A hidden jewel
First Minister Rhodri Morgan opened the Coach House visitor centre last September. The coach house, built in former rectory outbuildings, is at the heart of the community venture at St Dogmaels, Pembrokeshire, the most recent addition to the Hidden Britain family of special places.
The project began as an initiative to regenerate the community. Following a landslip that threatened the whole parish in 1994, it was felt that a major project would revitalise the confidence of the community. The vacant nineteenth century vicarage coach house, a grade 2 listed building, was identified as a site for a permanent visitor centre on local history and to showcase local produce and skills. The adaptation was financed by Cadw, lottery funding and the Welsh Assembly Government.
St Dogmaels Abbey, founded in 1110, boasts extensive remains dating from the twelfth to the sixteenth centuries. The new visitor centre will improve the interpretation of the site. Hopefully it will also encourage visits to the
neighbouring parish church of St Thomas the Apostle, which itself contains many ancient features of interest and more importantly the Shrine of Our Lady of Cemais. Often referred to as ‘Pembroke- shire’s best kept secret’, the Abbey is one of Wales’ religious jewels and the Church in Wales has been very proud to be involved in the project from its earliest initial plans.
The parish church is planning to work closely with the project to emphasise the original purpose of the Abbey and church as a place of prayer, proclamation and
pilgrimage. Visits, quiet days and regular pilgrimages will be encouraged to enhance the experience of this unique holy site and delightful village.
If anyone would like to make enquiries regarding parish visits, quiet days or historical tours contact Canon Dorrien Davies (01239 612030).
for more details of St Dogmaels and other Hidden Britain Centres.
Centre for Studies in Rural Ministry
David, Anne, Angela, Eoin, Geoff, David, John, Graham, Fred, Paul, Robert, Simon, Mike, Sarah, Verena, Michelle, Lewis, Clive are all students in the Centre for Studies in Rural Ministry (CSRM). All are working at post graduate level, towards a Masters or a Doctorate qualification, even though not all may have a first degree. Each student chooses the topics and issues that interest them most. These topics are then approved by the University of York St John. The teaching focus is that of research, so that each student gains competence and experience in using a range of research methods.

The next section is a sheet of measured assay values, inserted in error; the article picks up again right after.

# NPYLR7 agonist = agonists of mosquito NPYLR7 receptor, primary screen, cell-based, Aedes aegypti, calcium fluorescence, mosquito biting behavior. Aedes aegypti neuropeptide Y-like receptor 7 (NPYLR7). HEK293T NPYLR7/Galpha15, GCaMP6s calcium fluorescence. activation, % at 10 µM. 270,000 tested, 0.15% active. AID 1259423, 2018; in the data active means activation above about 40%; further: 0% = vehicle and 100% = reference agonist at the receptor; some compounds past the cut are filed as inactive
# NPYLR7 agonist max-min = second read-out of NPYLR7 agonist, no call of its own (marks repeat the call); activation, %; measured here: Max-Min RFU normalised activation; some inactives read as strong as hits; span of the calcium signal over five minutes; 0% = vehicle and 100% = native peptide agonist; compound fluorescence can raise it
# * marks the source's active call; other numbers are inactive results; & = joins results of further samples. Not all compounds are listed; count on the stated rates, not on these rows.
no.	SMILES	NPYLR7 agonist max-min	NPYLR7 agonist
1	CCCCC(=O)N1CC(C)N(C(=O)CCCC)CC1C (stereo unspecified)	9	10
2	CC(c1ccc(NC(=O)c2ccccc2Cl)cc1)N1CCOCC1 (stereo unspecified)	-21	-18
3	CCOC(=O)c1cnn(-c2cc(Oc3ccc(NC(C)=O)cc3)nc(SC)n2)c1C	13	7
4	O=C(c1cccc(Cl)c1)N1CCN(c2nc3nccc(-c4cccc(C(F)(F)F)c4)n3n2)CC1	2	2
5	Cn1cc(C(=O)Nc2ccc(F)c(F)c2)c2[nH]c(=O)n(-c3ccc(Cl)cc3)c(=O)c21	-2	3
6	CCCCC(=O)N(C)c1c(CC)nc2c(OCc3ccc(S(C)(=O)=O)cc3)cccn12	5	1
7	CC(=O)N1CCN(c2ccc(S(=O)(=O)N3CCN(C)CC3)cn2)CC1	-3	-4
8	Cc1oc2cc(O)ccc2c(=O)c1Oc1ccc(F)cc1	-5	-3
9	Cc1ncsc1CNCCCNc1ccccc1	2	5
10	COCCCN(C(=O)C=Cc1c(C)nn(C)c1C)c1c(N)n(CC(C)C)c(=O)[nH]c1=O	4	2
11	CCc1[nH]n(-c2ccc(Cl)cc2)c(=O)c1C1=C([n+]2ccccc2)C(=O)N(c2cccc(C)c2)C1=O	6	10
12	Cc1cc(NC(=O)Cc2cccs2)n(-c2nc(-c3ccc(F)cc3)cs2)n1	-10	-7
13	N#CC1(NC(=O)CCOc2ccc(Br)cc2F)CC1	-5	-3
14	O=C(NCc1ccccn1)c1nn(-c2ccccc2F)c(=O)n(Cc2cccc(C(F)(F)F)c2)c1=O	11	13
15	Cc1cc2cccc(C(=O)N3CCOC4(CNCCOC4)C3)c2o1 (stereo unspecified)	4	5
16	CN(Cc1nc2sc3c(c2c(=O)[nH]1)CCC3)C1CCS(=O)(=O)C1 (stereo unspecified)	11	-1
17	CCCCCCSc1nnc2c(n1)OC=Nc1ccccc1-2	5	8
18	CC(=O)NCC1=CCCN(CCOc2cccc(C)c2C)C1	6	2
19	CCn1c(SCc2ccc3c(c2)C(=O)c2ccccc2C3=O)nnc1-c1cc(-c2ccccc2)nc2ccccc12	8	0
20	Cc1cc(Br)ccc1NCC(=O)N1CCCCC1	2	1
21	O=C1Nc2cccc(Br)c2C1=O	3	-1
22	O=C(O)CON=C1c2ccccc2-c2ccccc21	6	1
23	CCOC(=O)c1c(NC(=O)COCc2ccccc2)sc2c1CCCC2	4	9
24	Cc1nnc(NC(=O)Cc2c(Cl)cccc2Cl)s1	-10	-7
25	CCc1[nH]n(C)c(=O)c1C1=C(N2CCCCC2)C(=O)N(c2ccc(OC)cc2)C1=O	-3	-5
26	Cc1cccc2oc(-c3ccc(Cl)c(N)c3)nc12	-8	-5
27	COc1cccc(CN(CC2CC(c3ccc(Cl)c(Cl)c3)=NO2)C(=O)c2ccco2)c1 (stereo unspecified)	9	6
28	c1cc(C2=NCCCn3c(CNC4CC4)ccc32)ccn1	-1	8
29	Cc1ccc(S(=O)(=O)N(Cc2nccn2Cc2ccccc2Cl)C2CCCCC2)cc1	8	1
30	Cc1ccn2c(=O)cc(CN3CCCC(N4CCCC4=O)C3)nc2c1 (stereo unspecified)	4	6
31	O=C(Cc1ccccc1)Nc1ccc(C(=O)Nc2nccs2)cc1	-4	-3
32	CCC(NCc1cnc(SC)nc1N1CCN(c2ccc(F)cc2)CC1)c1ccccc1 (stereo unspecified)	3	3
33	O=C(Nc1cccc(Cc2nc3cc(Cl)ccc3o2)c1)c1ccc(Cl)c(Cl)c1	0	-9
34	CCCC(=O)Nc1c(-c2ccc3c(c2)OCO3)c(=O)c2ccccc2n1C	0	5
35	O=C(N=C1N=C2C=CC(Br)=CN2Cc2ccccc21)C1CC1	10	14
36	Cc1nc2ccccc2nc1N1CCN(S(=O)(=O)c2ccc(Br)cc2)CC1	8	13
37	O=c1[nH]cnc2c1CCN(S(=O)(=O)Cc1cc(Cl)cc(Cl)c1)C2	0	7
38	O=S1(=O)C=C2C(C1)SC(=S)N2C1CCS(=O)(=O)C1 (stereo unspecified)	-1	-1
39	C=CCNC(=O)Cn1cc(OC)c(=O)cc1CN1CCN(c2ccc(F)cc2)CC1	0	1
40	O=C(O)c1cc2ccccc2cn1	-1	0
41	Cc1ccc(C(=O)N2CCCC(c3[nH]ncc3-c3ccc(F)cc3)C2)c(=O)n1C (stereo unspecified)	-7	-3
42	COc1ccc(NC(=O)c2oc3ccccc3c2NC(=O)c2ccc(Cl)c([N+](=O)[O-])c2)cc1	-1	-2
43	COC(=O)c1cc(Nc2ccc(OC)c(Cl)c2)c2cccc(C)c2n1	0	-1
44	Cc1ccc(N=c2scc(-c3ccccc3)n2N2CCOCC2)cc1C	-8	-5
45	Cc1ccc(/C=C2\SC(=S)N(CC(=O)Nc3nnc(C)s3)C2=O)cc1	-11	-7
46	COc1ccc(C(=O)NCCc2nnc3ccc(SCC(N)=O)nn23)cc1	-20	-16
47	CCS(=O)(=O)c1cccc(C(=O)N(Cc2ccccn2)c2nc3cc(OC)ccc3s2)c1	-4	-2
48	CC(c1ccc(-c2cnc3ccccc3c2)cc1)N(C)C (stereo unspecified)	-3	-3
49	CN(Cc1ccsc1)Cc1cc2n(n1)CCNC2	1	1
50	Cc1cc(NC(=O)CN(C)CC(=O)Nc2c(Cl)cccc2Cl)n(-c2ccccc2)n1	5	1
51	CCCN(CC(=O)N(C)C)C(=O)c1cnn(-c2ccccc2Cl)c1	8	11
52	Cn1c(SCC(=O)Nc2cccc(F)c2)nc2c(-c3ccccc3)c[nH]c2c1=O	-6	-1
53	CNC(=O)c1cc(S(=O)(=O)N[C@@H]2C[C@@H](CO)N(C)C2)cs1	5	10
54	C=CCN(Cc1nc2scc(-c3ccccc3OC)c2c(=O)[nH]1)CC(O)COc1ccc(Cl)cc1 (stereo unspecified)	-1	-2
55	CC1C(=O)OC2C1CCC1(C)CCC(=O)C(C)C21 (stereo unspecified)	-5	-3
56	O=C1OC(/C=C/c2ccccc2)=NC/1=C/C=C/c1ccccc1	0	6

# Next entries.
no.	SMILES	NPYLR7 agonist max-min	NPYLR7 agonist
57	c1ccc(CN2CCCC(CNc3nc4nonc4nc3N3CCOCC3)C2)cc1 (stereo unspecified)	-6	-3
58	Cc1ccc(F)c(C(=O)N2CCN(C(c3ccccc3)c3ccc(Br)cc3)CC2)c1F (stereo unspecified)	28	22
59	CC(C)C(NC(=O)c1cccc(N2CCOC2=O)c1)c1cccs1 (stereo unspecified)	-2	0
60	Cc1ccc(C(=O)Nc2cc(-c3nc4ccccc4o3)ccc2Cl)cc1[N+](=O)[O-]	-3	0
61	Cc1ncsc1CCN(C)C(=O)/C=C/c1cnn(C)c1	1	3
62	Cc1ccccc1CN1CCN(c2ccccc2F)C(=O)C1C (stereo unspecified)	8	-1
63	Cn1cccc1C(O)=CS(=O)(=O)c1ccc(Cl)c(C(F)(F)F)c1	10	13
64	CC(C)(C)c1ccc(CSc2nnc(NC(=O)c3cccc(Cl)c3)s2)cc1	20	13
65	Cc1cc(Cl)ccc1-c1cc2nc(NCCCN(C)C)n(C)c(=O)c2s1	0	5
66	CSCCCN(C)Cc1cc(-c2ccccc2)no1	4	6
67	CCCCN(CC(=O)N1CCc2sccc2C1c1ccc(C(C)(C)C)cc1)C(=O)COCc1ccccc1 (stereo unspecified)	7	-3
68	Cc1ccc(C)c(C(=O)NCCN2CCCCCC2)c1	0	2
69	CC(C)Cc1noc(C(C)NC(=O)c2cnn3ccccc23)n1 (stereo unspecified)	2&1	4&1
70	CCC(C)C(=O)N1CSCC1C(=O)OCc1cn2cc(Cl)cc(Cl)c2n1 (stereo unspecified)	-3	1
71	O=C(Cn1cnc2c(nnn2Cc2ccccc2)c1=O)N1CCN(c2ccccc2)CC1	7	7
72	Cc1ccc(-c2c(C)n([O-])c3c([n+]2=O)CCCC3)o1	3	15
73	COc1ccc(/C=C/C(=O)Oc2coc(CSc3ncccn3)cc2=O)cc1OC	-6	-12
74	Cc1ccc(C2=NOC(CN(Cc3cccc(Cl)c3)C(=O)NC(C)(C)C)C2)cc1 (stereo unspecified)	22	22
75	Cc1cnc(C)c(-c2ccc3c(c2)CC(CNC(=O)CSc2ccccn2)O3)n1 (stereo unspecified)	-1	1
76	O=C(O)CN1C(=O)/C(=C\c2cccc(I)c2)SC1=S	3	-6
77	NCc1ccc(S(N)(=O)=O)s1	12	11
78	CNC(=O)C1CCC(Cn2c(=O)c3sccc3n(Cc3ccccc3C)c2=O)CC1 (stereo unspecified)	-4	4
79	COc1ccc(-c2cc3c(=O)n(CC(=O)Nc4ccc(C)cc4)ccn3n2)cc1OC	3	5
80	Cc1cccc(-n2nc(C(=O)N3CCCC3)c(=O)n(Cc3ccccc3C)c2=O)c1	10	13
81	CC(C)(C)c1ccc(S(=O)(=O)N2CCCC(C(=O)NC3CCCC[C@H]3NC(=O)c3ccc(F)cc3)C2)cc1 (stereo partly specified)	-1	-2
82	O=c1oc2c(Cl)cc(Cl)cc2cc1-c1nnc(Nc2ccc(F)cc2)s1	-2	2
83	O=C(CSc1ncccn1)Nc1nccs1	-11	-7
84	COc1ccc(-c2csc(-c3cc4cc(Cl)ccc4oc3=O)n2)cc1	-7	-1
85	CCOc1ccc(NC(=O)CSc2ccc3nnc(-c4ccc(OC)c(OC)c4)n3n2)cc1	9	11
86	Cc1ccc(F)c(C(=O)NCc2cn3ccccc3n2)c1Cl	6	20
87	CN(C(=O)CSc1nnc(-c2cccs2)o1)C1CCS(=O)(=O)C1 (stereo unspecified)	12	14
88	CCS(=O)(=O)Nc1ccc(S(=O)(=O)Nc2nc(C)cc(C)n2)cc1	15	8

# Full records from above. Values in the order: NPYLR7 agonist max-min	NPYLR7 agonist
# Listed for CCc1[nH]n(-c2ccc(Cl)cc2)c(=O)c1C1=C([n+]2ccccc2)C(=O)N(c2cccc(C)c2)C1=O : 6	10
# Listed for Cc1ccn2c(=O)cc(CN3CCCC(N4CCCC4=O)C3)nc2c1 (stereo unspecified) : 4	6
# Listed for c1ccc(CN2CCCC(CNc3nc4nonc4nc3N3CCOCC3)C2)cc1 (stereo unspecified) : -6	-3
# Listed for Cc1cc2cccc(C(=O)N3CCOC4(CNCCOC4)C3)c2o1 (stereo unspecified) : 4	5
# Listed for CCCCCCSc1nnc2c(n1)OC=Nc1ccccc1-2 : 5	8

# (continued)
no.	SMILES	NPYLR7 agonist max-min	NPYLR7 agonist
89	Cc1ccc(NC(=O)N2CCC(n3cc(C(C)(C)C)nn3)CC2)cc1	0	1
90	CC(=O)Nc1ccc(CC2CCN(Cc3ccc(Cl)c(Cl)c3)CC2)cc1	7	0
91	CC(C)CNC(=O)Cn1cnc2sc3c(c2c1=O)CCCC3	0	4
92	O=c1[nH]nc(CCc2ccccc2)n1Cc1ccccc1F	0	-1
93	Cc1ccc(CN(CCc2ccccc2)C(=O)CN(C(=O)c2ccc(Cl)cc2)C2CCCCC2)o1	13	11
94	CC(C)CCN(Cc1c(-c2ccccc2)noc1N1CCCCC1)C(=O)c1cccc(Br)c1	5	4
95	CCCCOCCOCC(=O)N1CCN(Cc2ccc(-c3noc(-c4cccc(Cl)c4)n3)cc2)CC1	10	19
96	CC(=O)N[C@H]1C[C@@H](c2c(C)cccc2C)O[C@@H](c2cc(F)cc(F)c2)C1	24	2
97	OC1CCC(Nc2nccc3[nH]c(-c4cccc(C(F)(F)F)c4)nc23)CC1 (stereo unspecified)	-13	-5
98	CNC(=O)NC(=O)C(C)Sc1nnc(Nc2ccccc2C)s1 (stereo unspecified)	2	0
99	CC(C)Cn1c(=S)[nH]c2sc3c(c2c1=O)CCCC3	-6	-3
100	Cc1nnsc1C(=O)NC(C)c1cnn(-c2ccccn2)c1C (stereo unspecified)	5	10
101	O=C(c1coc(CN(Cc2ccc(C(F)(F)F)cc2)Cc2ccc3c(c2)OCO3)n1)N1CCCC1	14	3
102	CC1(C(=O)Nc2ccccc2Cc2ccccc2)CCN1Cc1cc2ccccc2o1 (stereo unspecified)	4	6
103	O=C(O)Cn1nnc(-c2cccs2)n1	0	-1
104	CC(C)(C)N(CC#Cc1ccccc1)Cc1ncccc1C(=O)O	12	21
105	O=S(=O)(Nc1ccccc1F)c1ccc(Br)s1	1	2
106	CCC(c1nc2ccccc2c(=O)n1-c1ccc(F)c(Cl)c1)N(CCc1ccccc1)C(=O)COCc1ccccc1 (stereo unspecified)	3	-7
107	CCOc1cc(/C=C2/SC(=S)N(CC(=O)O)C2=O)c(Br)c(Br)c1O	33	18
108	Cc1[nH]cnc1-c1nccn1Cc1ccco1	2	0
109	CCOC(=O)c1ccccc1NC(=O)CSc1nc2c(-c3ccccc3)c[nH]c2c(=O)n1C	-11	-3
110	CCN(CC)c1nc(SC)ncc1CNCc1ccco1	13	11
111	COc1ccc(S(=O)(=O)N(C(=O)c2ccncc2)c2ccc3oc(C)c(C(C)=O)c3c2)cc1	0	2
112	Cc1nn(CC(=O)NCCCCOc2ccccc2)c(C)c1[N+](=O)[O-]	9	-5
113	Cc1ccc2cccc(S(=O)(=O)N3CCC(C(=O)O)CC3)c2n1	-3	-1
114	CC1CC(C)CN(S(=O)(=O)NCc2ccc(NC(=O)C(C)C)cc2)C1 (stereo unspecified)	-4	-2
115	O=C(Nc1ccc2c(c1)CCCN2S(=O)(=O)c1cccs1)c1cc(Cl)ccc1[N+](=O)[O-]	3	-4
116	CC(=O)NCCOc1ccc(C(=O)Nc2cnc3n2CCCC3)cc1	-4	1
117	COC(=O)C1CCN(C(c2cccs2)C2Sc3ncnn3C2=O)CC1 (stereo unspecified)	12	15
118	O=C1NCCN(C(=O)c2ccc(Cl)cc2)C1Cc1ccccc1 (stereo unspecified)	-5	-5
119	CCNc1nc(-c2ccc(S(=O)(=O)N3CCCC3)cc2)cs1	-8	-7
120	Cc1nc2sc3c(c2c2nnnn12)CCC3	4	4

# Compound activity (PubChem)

CSRM also supports sabbatical studies by offering supervision to ensure a high quality output from this valuable study period. Enquiries are welcome about this opportunity.
Recent topics researched through either sabbatical study or towards a degree include:
• the contribution of the primary school to community vibrancy
• the role of the benefice administrator • the problem of maintaining a social life for young people in a sparcely populated area
• measuring the success of a team ministry • the potential usefulness of an under-used church
• a comparison of pastoral theory and practice between Anglican and Methodist clergy • what is rural spirituality.
Each student receives individual attention and support as well as the benefit of three residential seminars each year in the stimulating and relaxing atmosphere of St Deiniol’s Residential Library in Flintshire.
If you think you could benefit from using your little grey cells in this sort of way, contact course director, Revd Canon Jeremy Martineau on 01348 874886 or email@example.com
rural ministry roundup
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